Relief for School Stress

The start of school is exciting. Students love getting new school supplies and can’t wait to start writing on the fresh pages with hopes of a better year. The first weeks are designed to be easy to help students settle in, but then the novelty of the new supplies wanes as the placement testing begins.

Students are reminded that they struggled with math or reading as soon as they open the test booklets. Some are visual learners and the auditory comprehension test makes them feel even more insecure.

Some begin to feel anxious when they fail to remember how to do the math problems that seemed easy at the end of the year. Their peers may appear to remember what they have forgotten and that adds to the anxiety.

Most children can remember what they once thought they forgot, but the anxiety blocks the ability to access the information. This gives them a false sense of inadequacy.

The start of school is exciting. Students love getting new school supplies and can’t wait to start writing on the fresh pages with hopes of a better year. The first weeks are designed to be easy to help students settle in, but then the novelty of the new supplies wanes as the placement testing begins.

Knowing basic neuroscience facts can ease their stress and help them experience the success they dream of. Good news to parents and teachers, this information will produce positive performance results, as well.

  1. The primitive brain is designed to protect us from harm. It’s designed to detect a threat, produce the chemicals in the brain that allow one to have a quick get-a-away. Unfortunately, it also draws the blood away from the prefrontal cortex, where reasoning occurs, and sends it to the legs for speed. It also results in one feeling the need to relieve oneself of any unnecessary waste in the body, thus students get the urge to use the restroom. When students can identify how it feels to be anxious and have strategies to calm themselves, they will perform better on tests and during classroom discussions.
  2. The brain stores millions of bits and pieces of information that we are not even aware of on a daily basis. If we relax and have confidence that answers will come to us, we can be surprised at how much we really do know. Relaxed confidence trumps brain dead anxiety. Solutions: Relax by taking deep breaths and calm the body.
  3. Our brain stores memories using a highway of neurons that transfer it from our short term memory (the desk top of our brains) to our long term memory (our hard drive storage). Every time students review material they are forming dendrites and expanding that axons on the neurons that speed transmission from long term memory to the working memory. If three months have passed since using the information, it may take a few minutes to access the prior knowledge. Most students expect immediate recall. Not happening! If they do, they will ignite the stress response, and as long as they are stressed about not remembering, they will shut down the brain’s ability to access the information. Solution: If they learn to say, “I know this. I’ll come back to it.” They will find that the information will pop up in their brains like a speech bubble and in many cases as soon as they get to the next question, the answers appear.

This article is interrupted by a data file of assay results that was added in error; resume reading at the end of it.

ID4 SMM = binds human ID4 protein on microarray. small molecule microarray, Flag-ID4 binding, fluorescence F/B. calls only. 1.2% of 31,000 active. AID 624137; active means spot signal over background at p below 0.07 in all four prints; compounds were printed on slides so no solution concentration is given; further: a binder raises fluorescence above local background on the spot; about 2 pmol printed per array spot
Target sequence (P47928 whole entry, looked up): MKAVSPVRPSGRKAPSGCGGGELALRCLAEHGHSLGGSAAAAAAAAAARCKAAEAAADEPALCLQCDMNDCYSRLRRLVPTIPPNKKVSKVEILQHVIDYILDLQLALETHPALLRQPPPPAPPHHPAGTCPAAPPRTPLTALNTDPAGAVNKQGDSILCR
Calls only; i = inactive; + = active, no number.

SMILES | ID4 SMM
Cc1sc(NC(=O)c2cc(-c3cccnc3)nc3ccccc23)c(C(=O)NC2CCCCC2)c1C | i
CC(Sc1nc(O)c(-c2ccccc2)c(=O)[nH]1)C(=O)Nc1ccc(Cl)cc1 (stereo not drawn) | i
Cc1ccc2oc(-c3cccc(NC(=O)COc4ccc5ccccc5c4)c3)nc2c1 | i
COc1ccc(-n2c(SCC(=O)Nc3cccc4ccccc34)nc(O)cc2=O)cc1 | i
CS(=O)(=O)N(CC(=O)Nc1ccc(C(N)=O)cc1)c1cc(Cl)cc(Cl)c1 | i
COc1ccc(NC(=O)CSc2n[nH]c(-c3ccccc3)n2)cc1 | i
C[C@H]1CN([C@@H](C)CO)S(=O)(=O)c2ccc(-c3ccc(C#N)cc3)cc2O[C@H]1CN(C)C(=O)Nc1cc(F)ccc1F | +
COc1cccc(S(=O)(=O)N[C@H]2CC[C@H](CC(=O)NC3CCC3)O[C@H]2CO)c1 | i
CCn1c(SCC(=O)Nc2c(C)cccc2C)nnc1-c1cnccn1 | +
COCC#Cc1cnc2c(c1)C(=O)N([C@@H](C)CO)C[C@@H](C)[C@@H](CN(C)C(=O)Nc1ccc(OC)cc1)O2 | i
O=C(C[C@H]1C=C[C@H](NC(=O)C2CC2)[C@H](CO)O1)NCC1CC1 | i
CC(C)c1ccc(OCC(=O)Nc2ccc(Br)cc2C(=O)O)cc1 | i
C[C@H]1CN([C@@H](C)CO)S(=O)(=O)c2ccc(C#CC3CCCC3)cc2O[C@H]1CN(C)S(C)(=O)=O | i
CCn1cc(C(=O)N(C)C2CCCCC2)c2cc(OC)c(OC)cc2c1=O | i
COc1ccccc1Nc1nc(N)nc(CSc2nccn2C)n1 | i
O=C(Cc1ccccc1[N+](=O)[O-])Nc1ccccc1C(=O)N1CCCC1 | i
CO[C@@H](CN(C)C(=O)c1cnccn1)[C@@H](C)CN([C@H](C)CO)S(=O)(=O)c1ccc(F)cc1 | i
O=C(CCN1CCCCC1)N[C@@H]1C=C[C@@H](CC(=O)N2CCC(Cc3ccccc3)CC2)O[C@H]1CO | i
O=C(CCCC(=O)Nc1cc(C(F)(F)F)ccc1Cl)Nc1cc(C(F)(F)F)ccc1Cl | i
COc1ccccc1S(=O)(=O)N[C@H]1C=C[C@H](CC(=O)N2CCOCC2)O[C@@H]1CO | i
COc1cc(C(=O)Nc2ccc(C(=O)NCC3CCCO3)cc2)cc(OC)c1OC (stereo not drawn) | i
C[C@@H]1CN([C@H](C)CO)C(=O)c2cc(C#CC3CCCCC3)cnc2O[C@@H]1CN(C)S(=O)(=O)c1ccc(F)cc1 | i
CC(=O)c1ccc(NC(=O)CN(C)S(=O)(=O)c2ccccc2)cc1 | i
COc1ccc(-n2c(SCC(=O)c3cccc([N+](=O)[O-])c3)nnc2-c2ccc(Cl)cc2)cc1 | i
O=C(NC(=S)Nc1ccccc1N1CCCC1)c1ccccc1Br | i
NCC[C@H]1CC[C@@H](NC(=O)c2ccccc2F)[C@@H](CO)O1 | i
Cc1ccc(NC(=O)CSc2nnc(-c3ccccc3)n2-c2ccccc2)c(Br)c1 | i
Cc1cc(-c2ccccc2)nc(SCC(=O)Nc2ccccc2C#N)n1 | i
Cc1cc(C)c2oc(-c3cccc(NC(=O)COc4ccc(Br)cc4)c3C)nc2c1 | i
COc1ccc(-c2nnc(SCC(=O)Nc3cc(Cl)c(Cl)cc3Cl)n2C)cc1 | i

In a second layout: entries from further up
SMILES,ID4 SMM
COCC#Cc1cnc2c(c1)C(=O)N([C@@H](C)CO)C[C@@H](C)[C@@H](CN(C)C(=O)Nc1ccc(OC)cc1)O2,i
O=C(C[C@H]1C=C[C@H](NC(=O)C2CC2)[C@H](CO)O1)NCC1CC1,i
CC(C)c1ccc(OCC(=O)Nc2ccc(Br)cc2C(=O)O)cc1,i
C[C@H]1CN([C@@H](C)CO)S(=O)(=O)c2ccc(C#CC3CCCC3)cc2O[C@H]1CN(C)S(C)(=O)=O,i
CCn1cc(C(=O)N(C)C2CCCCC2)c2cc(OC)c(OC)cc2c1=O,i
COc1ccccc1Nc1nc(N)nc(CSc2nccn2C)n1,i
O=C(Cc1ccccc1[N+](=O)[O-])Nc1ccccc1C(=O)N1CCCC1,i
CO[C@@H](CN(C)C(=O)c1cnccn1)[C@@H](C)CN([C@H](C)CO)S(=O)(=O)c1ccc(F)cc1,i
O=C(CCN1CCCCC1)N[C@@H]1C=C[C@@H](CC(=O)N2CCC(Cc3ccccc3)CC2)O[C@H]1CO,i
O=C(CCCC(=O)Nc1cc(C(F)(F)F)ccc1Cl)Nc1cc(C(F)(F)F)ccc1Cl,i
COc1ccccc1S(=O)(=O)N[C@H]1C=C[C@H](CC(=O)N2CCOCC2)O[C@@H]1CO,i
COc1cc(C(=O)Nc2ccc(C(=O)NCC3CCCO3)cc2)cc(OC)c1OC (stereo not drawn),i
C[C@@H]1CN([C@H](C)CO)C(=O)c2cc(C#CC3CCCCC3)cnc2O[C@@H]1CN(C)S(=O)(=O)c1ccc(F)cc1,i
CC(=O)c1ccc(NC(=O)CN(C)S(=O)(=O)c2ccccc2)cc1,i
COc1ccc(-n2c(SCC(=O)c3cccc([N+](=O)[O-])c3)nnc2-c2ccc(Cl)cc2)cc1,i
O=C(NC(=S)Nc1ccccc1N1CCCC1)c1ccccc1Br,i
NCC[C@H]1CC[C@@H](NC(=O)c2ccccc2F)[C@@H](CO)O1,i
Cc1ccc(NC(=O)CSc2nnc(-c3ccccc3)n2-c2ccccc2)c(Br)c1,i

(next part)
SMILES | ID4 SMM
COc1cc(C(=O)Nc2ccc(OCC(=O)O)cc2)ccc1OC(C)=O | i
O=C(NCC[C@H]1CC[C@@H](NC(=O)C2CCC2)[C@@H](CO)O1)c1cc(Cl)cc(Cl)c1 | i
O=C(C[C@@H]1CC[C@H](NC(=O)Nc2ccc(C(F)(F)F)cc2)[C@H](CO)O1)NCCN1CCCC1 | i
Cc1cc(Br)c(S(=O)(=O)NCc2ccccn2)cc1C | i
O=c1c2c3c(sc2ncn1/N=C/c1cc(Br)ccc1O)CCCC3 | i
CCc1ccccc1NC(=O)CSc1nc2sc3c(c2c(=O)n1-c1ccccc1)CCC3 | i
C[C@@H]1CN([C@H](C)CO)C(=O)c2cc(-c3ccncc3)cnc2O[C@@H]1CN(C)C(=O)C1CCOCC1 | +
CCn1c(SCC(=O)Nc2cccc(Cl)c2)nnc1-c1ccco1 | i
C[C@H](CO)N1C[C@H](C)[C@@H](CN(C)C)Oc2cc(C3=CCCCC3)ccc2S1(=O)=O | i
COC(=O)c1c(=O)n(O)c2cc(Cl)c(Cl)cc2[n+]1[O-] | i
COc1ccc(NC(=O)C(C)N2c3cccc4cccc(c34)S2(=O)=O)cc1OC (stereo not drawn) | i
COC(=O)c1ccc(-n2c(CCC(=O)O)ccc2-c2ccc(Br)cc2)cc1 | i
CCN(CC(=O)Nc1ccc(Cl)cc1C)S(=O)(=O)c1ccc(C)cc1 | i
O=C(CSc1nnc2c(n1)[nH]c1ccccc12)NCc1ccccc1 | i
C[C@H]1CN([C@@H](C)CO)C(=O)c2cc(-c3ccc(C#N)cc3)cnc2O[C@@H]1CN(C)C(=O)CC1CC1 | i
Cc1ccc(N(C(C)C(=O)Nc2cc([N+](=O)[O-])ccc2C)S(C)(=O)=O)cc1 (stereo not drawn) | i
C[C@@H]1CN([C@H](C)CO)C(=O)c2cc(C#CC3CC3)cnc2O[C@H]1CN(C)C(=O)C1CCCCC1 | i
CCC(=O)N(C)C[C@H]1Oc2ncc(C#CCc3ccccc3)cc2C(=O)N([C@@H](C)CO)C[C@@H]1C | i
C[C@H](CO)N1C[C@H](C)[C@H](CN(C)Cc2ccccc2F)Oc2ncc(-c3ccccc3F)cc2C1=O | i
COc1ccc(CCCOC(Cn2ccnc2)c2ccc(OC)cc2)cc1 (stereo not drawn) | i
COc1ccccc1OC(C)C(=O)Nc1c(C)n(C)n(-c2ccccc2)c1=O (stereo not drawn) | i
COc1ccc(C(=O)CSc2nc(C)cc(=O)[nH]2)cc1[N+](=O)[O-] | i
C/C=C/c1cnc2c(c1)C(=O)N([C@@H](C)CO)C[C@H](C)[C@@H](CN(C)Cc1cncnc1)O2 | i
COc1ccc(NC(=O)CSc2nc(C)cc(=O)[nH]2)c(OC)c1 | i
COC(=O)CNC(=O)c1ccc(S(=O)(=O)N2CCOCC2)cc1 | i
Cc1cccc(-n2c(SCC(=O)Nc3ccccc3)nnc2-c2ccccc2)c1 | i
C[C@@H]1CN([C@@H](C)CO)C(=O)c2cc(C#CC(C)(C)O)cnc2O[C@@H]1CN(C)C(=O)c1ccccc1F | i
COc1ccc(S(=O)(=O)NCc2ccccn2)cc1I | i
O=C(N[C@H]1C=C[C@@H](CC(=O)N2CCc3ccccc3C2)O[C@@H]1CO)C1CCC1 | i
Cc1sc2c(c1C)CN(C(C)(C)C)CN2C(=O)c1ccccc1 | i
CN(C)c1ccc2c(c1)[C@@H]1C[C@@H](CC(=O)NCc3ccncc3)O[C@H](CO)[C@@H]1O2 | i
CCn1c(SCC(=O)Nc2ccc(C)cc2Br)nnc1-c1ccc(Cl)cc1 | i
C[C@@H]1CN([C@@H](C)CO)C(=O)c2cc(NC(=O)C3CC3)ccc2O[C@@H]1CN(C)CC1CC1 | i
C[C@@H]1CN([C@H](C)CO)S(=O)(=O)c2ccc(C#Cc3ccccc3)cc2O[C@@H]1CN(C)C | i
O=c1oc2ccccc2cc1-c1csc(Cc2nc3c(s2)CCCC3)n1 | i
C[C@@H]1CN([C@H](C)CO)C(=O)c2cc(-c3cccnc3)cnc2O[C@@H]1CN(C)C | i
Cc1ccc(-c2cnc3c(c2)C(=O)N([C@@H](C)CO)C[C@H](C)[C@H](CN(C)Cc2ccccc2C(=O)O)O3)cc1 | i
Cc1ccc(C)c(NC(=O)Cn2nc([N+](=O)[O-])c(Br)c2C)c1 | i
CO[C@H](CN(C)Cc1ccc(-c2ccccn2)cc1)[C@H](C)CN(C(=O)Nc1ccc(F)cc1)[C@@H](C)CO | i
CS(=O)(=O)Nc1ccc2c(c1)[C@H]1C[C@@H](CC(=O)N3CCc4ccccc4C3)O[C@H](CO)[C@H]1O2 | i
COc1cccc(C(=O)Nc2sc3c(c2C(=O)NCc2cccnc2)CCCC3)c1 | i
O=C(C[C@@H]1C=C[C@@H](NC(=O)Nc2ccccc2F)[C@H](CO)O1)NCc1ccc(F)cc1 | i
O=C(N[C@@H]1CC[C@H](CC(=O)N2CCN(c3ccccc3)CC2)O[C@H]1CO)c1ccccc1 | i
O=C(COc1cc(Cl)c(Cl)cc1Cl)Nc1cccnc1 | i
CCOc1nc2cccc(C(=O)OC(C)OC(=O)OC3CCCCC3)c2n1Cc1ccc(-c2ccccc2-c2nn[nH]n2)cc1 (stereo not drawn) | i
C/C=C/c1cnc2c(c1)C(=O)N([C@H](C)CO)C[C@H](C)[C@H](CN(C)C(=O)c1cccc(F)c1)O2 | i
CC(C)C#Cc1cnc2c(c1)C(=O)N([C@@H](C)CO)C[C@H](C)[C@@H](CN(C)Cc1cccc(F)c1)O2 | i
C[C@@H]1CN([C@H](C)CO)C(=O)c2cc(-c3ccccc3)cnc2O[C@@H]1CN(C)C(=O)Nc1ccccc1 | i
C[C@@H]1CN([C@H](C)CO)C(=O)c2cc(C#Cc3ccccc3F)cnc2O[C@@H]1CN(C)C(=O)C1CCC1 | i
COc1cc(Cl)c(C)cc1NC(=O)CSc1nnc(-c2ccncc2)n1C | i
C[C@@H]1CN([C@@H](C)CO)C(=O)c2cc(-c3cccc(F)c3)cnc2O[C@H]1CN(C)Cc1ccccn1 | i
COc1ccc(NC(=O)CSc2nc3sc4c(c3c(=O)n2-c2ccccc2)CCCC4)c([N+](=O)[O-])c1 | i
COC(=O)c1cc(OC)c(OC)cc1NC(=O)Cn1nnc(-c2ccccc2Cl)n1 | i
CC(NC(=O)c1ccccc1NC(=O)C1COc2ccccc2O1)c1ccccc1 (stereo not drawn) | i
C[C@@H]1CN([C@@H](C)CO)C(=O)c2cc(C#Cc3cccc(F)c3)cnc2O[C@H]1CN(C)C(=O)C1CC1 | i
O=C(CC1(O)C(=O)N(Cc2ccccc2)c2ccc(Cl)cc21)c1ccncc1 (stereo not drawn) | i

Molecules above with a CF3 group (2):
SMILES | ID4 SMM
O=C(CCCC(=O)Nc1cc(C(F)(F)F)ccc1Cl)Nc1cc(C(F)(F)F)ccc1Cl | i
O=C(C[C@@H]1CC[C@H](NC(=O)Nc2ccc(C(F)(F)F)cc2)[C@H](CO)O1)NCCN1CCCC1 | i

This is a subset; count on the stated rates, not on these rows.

4. Students may feel they are lost when classmates appear to understand concepts during instruction. Teachers ask questions and if they don’t know the answers, they feel stupid. Secret: 1. Not all third grade teachers cover the same material every year. 2. Dendrites that prune nightly. So if the information has not been reviewed over the summer, there is a chance that the dendrites pruned around that concept. All the student needs to know is that dendrites prune and it may take a few more minutes to access the information.

What to do when feeling lost or can’t recall previously learned material:

During Tests:

  1. Check for the stress response. Take a few breaths. Think about what is unclear. Is there an unfamiliar vocabulary word used in the question. Ask for clarification on instructions or vocabulary.
  2. Skip the questions or problems and use positive self-talk about being able to find it. Sometimes the answer to one question is in the form of another.
  3. Read the question aloud. Hearing it will often result in the question making sense. When we read aloud we slow down our reading and reduce the chance of misreading the question. This is a problem for good readers. They read test questions and directions too fast.
  4. Take a guess. Allow your brain to find an answer, and even if it doesn’t make sense, there is a chance it will be right. Students have been surprised how they answered questions correctly that they had no idea they knew,
  5. Evaluate if you studied enough or correctly. That is a topic for another blog.

During Instruction:

  1. When feeling lost during instruction, remember that the teacher from the prior year may not have taught the concept, while the other teachers in the grade level did cover the material. Solution: Our classroom motto, “Raise your hand when you don’t understand.” Then tell the teacher, “I don’t think my teacher taught this last year, could explain what you meant…?” and ask a question about what was unclear. Secrets: You could have been sick, in the bathroom, or on vacation when the concept was taught. You might have been thinking about recess or something someone said just before class. There are many reasons for not knowing what others appear to know. It does not mean one is not smart.
  2. Teachers are not mind readers and don’t know when they are clear. It will be the students’ questions that help teachers make instruction understandable.

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